16 November 2008
Former Royal Bank of Scotland chairman Sir George Mathewson doesn’t think too highly of BBC business editor Robert Peston (who was lampooned in Silly Money, tonight’s Bremner Bird & Fortune programme). In an interview published in today’s Sunday Times (Mathewson: Riding to the rescue of HBOS), Mathewson who retired from RBS at the age of 65 in April 2006, said: “I think it is disgraceful that everything the Treasury knows goes straight to Peston. It’s shocking. They are telling him everything. He has become an instrument of the Treasury now. He is not an independent reporter any more. He is in the pay of the Treasury.”
Mathewson, who was interviewed in his Perthshire home by Gillian Bowditch, was echoing the views of many people I have spoken to on this topic.
The Serious Fraud Office is still deliberating as to whether to grill Peston about the sources of his “scoops”, a move that was instigated by Conservative MP Greg Hands with the backing of shadow chancellor George Osborne. And in the House of Lords last Tuesday, Lord Forsyth of Drumlean, the former Scottish secretary, demanded that, at the very least, a Commons select committee should be established to quiz Peston.
Mathewson is, alongside former Bank of Scotland boss Sir Peter Burt, seeking to depose the pair of incompetents who have as good as destroyed HBOS, Lord Dennis Stevenson and Andy Hornby.
Given that the latter pair “capitulated” on September 16th, effectively admitting they had so damaged HBOS it has no future as an independent bank, Mathewson and Burt believe the bank deserves a second chance. They are, in my view, right to do so. Initially, they want to install themselves as chairman and chief executive and block the takeover by Lloyds TSB. Mathewson and Burt argue that the Lloyds deal is bad news for HBOS shareholders, its employees and probably also its customers, and that that the financial backdrop has changed since the Lloyds/HBOS deal was struck on September 18th. I believe the only reason they are not being given a fair hearing is that government’s spin cycle is so powerful.
Back in September, prime minister Gordon Brown was still so shellshocked by the Northern Rock experience he was prepared to contemplate virtually anything short of felony — including waiving competition law — to permit the creation of an anti-competitive Superbank that will cause some 30,000 to 40,000 job losses and restore the UK banking oligopoly.
In his Sunday Times interview, Mathewson said that the strategy being employed by Brown and Lloyds TSB (and by extension by Peston – and indeed their other government mouthpieces in the UK media) is simple scaremongering, aimed at terrifying HBOS shareholders into submission. He said that he cannot comprehend why Brown, a Scot, is so antipathetic to the proposal to keep HBOS independent. Mathewson said: “In order to facilitate the Lloyds TSB transaction they’ve put the fear of God into the HBOS shareholders. That’s the strategy, government strategy, as well as Lloyds TSB’s strategy … Gordon is using the fear tactic. That’s what he always falls back on.”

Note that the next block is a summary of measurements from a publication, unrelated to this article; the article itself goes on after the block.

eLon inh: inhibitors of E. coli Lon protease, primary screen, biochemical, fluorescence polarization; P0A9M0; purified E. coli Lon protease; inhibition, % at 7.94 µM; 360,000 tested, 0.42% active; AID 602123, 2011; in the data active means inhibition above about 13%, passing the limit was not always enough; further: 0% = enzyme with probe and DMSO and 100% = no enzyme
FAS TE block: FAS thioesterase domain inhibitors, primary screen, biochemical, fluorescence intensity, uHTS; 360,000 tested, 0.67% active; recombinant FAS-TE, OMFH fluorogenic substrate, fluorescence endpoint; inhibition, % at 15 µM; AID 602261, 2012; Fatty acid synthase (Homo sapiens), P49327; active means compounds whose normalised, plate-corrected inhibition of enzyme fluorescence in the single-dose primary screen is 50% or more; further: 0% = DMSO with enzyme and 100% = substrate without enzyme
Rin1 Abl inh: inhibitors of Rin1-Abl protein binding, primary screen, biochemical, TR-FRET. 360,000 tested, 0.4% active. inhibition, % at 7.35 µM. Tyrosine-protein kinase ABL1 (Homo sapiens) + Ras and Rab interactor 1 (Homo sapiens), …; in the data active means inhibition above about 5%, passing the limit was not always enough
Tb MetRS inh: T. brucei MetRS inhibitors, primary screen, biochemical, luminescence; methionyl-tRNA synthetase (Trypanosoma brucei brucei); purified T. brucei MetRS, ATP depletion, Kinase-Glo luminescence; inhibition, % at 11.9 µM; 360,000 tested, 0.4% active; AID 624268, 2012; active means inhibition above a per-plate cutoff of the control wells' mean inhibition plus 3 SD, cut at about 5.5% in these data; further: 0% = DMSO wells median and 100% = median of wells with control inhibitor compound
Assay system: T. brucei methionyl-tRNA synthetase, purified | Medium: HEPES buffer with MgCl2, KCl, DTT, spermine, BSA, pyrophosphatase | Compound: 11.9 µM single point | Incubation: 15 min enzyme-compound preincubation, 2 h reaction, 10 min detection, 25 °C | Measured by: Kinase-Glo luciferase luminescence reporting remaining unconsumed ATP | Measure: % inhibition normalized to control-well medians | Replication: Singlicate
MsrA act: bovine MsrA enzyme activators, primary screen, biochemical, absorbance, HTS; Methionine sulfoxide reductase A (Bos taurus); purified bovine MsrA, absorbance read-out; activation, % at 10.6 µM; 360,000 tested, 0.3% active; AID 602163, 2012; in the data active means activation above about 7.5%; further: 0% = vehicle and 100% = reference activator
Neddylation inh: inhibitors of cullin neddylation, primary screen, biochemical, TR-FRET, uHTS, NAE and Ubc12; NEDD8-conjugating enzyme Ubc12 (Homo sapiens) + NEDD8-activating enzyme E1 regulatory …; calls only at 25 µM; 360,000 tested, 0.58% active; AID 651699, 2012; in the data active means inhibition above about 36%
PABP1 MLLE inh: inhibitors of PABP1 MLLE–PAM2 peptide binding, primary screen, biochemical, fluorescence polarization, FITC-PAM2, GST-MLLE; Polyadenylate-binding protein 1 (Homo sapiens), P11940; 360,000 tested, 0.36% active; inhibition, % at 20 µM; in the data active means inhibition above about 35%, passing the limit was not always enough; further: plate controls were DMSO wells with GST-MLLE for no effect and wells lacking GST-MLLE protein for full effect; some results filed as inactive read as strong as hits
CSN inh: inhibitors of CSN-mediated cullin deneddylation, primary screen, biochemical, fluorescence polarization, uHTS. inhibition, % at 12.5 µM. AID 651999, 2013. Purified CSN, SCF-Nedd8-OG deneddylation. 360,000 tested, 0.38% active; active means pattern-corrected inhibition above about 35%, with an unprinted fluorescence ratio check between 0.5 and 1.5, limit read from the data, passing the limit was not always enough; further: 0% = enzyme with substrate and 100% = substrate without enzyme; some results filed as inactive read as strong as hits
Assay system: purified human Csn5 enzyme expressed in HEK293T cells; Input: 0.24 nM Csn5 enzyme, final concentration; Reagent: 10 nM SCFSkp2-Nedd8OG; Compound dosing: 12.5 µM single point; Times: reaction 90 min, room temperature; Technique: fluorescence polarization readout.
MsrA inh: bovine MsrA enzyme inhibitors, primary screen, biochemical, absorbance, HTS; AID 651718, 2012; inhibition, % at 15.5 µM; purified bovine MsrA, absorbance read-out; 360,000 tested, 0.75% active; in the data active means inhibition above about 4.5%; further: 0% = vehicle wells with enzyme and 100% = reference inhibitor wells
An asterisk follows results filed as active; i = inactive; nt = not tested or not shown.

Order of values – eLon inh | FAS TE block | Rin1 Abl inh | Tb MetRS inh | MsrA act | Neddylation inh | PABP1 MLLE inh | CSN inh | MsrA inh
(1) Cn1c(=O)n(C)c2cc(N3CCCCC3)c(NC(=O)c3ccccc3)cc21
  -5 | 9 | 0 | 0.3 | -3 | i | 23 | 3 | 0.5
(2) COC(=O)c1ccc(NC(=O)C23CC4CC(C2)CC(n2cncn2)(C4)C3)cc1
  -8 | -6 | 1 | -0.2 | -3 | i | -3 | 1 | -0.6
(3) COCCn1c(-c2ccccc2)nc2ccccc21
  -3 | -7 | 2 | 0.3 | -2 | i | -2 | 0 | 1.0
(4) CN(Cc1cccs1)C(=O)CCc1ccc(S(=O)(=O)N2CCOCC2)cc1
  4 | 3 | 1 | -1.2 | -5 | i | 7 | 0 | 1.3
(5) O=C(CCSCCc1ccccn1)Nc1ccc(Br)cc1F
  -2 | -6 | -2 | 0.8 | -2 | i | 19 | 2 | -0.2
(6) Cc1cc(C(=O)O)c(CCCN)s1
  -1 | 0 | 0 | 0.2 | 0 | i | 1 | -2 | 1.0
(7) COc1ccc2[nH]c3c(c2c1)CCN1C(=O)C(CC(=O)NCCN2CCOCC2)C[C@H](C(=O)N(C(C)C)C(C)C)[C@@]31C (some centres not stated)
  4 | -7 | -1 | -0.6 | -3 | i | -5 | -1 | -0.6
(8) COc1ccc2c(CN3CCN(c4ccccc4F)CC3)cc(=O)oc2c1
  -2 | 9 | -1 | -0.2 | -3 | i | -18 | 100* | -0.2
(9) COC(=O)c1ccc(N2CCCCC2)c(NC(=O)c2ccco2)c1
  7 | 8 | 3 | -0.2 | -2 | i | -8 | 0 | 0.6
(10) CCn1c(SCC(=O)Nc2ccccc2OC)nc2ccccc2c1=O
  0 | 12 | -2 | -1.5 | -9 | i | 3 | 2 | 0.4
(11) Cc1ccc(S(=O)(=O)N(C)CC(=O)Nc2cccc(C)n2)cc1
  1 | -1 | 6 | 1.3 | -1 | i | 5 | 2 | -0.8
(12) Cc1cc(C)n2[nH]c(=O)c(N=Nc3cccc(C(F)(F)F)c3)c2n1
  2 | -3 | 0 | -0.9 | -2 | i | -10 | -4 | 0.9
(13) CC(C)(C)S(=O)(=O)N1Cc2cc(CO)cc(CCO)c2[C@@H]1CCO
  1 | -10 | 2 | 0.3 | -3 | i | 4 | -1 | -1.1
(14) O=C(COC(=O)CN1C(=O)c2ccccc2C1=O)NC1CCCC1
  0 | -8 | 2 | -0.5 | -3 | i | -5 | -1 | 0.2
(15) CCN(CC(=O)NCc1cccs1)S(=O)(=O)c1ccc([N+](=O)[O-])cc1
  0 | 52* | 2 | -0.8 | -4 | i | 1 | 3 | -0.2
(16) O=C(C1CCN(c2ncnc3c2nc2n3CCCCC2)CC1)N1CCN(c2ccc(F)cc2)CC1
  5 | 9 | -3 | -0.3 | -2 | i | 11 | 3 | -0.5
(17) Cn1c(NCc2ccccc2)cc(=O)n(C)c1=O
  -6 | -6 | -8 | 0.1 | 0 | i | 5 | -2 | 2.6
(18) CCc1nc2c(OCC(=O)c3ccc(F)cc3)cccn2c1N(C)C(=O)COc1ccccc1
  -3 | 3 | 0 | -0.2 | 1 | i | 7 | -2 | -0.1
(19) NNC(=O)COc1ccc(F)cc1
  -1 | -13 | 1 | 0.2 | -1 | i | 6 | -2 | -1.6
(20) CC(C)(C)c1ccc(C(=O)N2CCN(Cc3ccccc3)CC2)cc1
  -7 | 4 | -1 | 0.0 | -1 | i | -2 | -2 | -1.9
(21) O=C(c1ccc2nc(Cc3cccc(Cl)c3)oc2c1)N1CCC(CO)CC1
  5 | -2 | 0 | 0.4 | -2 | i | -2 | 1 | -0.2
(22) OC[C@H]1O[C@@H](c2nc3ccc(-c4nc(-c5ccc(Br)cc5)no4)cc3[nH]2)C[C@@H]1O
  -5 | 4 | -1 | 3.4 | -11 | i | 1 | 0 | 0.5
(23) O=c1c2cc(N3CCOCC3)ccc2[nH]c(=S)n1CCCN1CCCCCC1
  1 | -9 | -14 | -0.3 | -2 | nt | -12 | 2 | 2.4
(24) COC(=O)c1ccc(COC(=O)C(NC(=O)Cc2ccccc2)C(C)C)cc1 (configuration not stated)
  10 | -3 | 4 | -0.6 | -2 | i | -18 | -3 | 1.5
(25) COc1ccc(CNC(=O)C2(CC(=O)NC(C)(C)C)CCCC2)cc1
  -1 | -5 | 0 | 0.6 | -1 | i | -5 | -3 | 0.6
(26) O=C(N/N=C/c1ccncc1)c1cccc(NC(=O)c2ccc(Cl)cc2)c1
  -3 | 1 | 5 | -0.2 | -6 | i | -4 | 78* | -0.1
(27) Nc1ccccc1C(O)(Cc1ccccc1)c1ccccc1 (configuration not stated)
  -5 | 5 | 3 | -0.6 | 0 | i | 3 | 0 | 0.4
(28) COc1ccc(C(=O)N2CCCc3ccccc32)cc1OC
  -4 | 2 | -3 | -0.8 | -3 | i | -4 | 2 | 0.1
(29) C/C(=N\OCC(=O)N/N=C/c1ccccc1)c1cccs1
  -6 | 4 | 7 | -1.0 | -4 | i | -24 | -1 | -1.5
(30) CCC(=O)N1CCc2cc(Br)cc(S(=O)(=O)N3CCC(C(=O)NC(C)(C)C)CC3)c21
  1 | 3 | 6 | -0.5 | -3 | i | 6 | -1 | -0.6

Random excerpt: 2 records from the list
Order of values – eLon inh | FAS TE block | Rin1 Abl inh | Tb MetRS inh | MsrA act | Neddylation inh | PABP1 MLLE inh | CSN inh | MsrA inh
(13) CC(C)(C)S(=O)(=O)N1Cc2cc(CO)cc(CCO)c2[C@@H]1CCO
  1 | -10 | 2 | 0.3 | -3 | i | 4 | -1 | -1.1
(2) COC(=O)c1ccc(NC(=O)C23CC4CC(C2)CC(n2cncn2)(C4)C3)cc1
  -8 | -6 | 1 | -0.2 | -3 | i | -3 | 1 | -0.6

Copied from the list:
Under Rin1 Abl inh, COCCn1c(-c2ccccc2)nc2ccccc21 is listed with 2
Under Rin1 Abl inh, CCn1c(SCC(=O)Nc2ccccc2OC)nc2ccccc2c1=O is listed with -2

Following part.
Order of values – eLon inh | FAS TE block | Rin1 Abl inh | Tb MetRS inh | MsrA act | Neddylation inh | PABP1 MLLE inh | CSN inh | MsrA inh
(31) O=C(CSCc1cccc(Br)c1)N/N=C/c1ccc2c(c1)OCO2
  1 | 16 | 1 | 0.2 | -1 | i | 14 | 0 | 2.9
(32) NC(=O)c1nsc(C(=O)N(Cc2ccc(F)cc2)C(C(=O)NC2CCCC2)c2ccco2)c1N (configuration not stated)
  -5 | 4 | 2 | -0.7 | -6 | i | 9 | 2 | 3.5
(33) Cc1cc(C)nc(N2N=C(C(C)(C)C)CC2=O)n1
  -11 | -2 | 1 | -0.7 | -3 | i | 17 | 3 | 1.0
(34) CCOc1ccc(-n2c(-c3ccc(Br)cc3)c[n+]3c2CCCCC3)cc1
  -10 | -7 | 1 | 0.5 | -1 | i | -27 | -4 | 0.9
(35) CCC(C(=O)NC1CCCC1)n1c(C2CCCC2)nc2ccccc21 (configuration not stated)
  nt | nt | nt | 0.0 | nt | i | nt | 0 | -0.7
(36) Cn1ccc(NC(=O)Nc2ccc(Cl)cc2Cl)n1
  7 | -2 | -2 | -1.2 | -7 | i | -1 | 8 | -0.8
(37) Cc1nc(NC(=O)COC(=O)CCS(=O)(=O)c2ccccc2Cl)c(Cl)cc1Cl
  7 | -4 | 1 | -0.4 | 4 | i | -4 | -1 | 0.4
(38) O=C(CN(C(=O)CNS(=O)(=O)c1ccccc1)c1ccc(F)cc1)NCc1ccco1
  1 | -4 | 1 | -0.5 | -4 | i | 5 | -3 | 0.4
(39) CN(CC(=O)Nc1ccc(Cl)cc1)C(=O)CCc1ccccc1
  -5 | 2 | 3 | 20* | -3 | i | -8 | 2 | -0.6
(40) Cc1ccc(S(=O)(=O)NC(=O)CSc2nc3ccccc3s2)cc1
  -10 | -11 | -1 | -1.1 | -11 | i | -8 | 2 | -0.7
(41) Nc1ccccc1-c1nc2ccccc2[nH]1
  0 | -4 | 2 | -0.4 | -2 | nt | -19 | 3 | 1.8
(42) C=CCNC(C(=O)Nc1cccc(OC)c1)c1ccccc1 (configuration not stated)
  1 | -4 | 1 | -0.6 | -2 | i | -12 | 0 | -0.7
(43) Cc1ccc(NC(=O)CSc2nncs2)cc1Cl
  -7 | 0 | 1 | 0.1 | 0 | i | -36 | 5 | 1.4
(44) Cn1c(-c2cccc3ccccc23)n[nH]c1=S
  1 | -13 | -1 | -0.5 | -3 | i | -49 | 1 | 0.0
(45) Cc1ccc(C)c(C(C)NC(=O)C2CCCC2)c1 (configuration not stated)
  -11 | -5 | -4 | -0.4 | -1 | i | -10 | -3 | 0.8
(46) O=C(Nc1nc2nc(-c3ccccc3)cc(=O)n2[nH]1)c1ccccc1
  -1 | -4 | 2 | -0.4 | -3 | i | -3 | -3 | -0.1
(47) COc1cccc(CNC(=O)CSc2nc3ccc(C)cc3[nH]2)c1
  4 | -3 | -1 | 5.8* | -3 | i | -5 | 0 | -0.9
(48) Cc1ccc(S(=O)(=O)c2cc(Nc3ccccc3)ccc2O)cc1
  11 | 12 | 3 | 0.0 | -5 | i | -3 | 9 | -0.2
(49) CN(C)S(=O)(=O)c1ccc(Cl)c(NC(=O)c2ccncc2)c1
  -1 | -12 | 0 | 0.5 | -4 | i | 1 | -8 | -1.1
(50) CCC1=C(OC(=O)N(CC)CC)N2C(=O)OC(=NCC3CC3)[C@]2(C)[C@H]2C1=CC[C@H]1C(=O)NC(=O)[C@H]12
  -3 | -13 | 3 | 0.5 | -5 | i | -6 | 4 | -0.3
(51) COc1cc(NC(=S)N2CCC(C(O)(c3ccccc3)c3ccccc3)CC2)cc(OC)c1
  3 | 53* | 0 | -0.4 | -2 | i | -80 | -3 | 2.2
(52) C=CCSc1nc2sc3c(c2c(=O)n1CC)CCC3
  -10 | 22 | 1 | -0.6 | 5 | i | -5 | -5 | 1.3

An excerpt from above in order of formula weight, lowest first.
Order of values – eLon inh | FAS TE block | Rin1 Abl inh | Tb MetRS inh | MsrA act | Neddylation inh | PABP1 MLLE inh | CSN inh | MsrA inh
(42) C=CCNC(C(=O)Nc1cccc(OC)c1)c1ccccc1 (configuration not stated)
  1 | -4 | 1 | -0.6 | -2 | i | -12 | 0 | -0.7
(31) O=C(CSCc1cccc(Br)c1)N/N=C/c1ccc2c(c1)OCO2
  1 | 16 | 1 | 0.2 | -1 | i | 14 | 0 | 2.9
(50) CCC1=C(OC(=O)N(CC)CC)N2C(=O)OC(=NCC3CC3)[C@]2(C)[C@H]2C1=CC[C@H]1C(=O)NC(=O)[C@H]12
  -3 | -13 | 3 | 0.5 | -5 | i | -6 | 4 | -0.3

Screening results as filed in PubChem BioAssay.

Mathewson also argued that top bankers’ salaries are now too high, saying that he only ever got one bonus in his career at RBS and this was for £500,000 in the year of the NatWest takeover. “I think salaries are too high. The people who can do these jobs are thin on the ground but those salary consultants and all the PC stuff that goes on round about it has put salaries up, not down.”
He also said he was appalled at what has happened to his alma mater, RBS, which is now to become a nationalised institution. Mathewson, 68, suggested that under his successor as chief executive, Sir Fred Goodwin, the bank was doing too much trading on its own account. “I think it is absolutely tragic. I’m sad for the ordinary people working in the business. RBS was a fabulous place to work. It had the highest staff approval levels in the world. For a while now it’s been miserable. It’s horrendous.”
Interestingly Peston has at least one defender.
Lord Peston, a Labour peer and emeritus professor of economics at Queen Mary College, said in the Lords in response to Forsyth: “I want merely to point out, in reference to a first-class journalist who gets his stories perfectly legitimately, that we do not need an inquiry. We just need to have excellent journalists doing their job properly.”
Might these two be related by any chance??!!